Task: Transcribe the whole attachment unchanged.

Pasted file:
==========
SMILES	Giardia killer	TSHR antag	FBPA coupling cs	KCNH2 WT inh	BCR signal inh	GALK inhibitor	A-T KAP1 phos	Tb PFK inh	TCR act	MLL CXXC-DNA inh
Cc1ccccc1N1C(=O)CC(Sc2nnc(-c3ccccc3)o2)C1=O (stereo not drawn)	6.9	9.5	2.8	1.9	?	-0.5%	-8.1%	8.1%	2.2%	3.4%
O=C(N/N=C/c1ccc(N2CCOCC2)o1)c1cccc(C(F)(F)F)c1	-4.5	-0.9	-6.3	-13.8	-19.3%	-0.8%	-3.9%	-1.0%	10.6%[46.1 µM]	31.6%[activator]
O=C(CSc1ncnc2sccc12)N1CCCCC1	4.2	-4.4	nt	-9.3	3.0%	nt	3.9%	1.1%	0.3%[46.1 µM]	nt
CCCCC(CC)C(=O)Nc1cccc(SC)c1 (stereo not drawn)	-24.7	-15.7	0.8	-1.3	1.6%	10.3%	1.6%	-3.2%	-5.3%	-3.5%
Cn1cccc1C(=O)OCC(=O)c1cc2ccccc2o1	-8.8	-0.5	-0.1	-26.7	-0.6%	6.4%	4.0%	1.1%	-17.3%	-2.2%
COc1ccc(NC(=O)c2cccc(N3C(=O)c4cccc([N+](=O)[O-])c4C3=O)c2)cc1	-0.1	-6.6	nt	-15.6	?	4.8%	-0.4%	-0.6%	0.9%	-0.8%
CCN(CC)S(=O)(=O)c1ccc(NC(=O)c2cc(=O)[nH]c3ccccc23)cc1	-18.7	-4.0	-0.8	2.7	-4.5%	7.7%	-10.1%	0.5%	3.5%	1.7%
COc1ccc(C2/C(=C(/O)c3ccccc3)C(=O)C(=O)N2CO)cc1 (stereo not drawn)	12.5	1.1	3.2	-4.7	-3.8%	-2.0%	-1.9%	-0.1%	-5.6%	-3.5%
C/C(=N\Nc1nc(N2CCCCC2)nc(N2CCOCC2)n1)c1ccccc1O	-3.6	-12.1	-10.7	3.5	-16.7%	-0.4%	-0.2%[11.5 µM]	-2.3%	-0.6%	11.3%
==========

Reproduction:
SMILES	Giardia killer	TSHR antag	FBPA coupling cs	KCNH2 WT inh	BCR signal inh	GALK inhibitor	A-T KAP1 phos	Tb PFK inh	TCR act	MLL CXXC-DNA inh
Cc1ccccc1N1C(=O)CC(Sc2nnc(-c3ccccc3)o2)C1=O (stereo not drawn)	6.9	9.5	2.8	1.9	?	-0.5%	-8.1%	8.1%	2.2%	3.4%
O=C(N/N=C/c1ccc(N2CCOCC2)o1)c1cccc(C(F)(F)F)c1	-4.5	-0.9	-6.3	-13.8	-19.3%	-0.8%	-3.9%	-1.0%	10.6%[46.1 µM]	31.6%[activator]
O=C(CSc1ncnc2sccc12)N1CCCCC1	4.2	-4.4	nt	-9.3	3.0%	nt	3.9%	1.1%	0.3%[46.1 µM]	nt
CCCCC(CC)C(=O)Nc1cccc(SC)c1 (stereo not drawn)	-24.7	-15.7	0.8	-1.3	1.6%	10.3%	1.6%	-3.2%	-5.3%	-3.5%
Cn1cccc1C(=O)OCC(=O)c1cc2ccccc2o1	-8.8	-0.5	-0.1	-26.7	-0.6%	6.4%	4.0%	1.1%	-17.3%	-2.2%
COc1ccc(NC(=O)c2cccc(N3C(=O)c4cccc([N+](=O)[O-])c4C3=O)c2)cc1	-0.1	-6.6	nt	-15.6	?	4.8%	-0.4%	-0.6%	0.9%	-0.8%
CCN(CC)S(=O)(=O)c1ccc(NC(=O)c2cc(=O)[nH]c3ccccc23)cc1	-18.7	-4.0	-0.8	2.7	-4.5%	7.7%	-10.1%	0.5%	3.5%	1.7%
COc1ccc(C2/C(=C(/O)c3ccccc3)C(=O)C(=O)N2CO)cc1 (stereo not drawn)	12.5	1.1	3.2	-4.7	-3.8%	-2.0%	-1.9%	-0.1%	-5.6%	-3.5%
C/C(=N\Nc1nc(N2CCCCC2)nc(N2CCOCC2)n1)c1ccccc1O	-3.6	-12.1	-10.7	3.5	-16.7%	-0.4%	-0.2%[11.5 µM]	-2.3%	-0.6%	11.3%